The girls wear Uggs and Juicy Couture sweatshirts and are discussing boys, Lady Gaga and blow jobs. ” Keep up with this story and more “Wait, you guys – what’s going on at school? ” asks Madison, then 11, who had recently left the local middle school for a private school. The result terrifies many adults: American women, age tween. Tweens range in age from 10 to 12 years or 8 to 14 years, depending on whom you ask. The nickname “tween” references a vaguely defined life stage (somewhere between childhood and adolescence) but it also delineates a dynamic marketing niche.

She has long blond hair, arched eyebrows and a gigantic smile.“I’m not dating anyone right now,” says Sarah, 11, who lives across the street and says she wants to be an interior designer. After practicing their supermodel walks and screeching comments like “Rearrrrr! ” they discuss what sexy means.“When you’re sexy, it means you show off your body,” says Madison, who wants to be either an archaeologist or a Victoria’s Secret model. At the same time, the word has become so common that it allows many adults to distance themselves from this radical transformation in the sexualization of young girls, as if it were just another life stage. For the last few years, I have been following this stunning transformation, talking with girls, parents and experts.

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Frank Biro, director of research, adolescent and transition medicine at Cincinnati Children’s Hospital Medical Center, whose 2013 study linked early-onset puberty with obesity.“Kids seem to be developing earlier and getting more sexually focused earlier,” says Daley.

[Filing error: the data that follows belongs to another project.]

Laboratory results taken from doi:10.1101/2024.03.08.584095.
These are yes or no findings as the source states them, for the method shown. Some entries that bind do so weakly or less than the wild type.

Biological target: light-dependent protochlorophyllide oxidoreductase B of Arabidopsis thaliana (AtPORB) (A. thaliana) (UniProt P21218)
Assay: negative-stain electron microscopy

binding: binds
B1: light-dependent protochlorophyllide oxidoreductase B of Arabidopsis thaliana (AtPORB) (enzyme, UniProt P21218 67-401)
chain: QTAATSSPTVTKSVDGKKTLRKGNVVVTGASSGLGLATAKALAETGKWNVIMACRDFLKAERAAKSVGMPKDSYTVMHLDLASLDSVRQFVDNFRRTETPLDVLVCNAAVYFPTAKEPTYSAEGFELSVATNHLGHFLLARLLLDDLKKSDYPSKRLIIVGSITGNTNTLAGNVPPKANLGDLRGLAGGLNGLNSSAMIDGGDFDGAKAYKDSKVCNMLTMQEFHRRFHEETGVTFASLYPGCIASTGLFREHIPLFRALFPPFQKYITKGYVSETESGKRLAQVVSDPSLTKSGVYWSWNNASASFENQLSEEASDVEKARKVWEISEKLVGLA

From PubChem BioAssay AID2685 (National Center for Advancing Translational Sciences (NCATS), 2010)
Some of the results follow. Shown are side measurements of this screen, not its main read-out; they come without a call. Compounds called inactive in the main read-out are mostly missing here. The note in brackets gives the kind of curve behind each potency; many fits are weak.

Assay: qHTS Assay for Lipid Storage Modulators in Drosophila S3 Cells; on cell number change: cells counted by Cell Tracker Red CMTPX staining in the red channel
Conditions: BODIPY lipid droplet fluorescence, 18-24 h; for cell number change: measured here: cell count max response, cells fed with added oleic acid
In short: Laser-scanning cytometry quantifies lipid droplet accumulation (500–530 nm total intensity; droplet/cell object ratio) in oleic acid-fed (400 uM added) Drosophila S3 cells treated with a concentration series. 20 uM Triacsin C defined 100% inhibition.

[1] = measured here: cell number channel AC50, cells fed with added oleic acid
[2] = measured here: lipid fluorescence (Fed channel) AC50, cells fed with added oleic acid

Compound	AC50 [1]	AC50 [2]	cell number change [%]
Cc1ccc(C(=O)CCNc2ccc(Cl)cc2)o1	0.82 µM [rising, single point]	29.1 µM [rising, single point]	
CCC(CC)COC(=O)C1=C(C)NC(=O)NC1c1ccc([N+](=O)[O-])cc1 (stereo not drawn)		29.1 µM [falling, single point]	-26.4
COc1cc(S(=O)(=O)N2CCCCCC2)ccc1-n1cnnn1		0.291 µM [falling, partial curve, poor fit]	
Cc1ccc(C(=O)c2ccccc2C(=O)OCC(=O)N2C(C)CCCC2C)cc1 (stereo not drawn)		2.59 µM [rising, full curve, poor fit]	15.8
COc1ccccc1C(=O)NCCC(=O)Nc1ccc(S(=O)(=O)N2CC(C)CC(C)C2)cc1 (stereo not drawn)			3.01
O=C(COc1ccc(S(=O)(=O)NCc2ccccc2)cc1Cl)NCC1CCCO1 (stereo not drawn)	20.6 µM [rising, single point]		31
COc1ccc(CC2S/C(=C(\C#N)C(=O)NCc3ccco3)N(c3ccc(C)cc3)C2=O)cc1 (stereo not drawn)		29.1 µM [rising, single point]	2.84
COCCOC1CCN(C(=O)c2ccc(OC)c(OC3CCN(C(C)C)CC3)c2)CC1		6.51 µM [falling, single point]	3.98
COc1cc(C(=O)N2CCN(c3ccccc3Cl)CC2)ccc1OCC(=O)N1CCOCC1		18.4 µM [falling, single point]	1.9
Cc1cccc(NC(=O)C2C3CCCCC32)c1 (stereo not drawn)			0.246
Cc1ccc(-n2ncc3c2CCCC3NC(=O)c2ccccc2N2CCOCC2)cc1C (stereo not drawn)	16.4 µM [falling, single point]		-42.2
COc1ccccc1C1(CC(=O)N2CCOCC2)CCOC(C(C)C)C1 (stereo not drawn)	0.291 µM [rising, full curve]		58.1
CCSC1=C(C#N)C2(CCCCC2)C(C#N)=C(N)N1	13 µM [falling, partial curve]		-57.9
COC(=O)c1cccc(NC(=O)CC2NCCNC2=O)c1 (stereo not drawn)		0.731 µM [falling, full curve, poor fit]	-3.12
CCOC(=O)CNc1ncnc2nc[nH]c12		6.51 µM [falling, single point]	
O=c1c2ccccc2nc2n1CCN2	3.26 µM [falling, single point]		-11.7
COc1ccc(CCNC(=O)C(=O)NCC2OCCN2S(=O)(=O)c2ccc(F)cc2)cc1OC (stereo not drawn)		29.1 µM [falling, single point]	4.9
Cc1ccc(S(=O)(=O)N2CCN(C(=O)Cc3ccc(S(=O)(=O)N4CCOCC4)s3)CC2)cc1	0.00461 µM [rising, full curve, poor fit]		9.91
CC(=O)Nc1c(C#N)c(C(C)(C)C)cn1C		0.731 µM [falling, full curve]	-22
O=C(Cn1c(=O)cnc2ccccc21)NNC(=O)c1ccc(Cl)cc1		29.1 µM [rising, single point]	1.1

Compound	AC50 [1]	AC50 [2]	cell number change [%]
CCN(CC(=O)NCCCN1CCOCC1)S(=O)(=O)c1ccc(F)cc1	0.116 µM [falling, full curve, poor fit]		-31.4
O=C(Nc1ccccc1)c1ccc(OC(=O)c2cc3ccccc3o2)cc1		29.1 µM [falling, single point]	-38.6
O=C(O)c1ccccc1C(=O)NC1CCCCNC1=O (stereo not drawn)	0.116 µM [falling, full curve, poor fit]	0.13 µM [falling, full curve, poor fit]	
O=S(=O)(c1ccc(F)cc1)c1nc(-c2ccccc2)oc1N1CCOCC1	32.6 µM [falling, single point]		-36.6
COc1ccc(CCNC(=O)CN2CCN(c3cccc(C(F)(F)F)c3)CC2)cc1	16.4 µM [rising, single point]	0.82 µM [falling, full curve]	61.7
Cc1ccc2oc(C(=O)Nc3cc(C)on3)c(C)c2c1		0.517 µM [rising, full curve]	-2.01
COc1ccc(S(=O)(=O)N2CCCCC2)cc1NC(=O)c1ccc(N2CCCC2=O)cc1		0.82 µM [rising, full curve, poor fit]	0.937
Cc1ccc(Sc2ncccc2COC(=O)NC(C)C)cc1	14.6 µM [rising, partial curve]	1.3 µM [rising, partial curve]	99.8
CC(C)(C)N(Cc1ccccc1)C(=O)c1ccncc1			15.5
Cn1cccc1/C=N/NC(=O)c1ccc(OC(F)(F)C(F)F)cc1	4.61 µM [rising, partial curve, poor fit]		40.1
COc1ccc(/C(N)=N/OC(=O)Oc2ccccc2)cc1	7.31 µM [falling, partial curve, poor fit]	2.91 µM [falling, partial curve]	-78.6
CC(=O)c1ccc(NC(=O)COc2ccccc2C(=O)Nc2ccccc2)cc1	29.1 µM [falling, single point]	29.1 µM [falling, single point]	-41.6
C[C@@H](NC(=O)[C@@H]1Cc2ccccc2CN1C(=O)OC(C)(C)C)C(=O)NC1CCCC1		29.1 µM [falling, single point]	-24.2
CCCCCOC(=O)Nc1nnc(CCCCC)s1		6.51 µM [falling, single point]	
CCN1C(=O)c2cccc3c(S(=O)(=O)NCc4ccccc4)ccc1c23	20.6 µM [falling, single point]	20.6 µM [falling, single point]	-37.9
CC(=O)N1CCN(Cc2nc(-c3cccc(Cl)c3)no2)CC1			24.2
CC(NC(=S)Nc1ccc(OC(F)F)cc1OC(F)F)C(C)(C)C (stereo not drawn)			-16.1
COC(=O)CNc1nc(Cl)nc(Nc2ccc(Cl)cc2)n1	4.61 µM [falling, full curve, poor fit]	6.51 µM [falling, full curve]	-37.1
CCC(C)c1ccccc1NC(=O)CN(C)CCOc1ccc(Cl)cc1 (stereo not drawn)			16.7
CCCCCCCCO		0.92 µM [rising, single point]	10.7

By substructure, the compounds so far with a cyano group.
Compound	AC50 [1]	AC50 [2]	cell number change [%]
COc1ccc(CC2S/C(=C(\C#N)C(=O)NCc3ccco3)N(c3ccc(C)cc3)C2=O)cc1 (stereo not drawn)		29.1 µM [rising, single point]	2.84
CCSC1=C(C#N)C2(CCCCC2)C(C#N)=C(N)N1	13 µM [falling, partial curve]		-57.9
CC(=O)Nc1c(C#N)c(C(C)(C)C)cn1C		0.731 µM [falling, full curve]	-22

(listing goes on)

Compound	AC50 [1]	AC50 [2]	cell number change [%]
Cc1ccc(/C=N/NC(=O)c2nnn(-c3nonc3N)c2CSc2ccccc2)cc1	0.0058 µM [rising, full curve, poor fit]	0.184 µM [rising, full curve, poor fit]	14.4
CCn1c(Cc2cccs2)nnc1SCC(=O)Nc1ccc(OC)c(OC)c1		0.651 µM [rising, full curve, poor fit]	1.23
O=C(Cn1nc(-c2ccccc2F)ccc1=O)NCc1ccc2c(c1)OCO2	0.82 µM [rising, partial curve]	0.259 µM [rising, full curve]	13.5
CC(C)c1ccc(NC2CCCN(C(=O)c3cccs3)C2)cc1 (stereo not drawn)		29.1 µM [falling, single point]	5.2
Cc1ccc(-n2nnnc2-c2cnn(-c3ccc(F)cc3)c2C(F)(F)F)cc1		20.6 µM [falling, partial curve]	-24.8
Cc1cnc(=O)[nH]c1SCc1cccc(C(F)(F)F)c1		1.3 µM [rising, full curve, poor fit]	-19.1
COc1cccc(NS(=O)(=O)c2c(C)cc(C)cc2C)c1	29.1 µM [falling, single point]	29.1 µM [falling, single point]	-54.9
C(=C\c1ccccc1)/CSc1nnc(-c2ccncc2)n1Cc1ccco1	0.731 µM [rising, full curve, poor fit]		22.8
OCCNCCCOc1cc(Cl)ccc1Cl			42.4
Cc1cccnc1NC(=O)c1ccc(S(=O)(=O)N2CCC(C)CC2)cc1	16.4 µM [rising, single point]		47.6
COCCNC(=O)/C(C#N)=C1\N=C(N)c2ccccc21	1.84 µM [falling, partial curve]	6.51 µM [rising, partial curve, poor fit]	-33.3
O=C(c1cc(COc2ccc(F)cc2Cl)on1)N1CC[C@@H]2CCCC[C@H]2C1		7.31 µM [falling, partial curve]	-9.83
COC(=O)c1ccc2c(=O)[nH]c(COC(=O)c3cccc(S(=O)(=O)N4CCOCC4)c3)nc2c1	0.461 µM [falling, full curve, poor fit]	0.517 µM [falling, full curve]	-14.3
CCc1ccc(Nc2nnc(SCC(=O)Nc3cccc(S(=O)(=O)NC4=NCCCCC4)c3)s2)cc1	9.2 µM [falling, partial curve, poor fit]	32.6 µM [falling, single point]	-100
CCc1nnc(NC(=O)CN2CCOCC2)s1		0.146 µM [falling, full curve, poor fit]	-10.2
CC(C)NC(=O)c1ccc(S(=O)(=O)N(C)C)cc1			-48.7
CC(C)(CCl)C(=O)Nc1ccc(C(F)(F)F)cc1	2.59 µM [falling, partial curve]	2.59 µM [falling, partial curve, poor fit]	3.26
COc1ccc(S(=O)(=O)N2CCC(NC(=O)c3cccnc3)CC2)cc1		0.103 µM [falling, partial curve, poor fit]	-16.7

“They are sexually active a lot earlier, too; as early as 12 or 13 is not so unusual, whereas before, I’d say about 10 years ago, it used to be really unusual.”In our media-saturated world, this sexualization seems unstoppable, and for many of the people involved – marketers, image makers, entertainers and corporations – desirable.“We Crack Up, Booty Poppin’...

”“I was talking to my mother earlier today about Ruby, and she was basically like, nun-ify her.

Put her in a habit,” Marcelle Karp, 49, says about her 13-year-old daughter.

We are talking in their cozy two-bedroom apartment in Manhattan.

A homemade menorah sits on a wood table in the living room, which seems to be the only room not painted a vibrant color (Ruby’s is pink; the entrance neon green).

She has an innocent face and wears a pink fleece jacket and dangly star earrings.“Me neither! The only girl who doesn’t answer is Cat, a bubbly, plump 11-year-old who has a boyfriend but won’t admit it, so Brianna shouts, “Cat dates Andy! “Boys look for boobs.”“No they don’t,” Brianna says. When I met Brianna, Sarah, Cat and Madison in 2009, social media had not yet infiltrated tweendom; Instagram didn’t exist, nor did Snapchat and Vine.

“Boys look for hot.”The girls don’t think any of this is good news, but they also accept it as fact.“I think that, um, our generation of kids is more advanced than like, any other,” says Brianna.“I think it’s influenced from the media,” says Cat.“Did you hear what Adam Lambert did? He did a little” she pauses, lowering her voice “oral sex there.”“Do men measure their penises? Facebook and Twitter were still the province of teenagers and adults.

This desire to dress up is learned from parents, older siblings, friends, toys, magazines, books, computer games, apps, social media platforms, Disney characters, parent-approved celebrities, parent-disapproved celebrities, pop music, shopping malls, advertisements, billboards and more.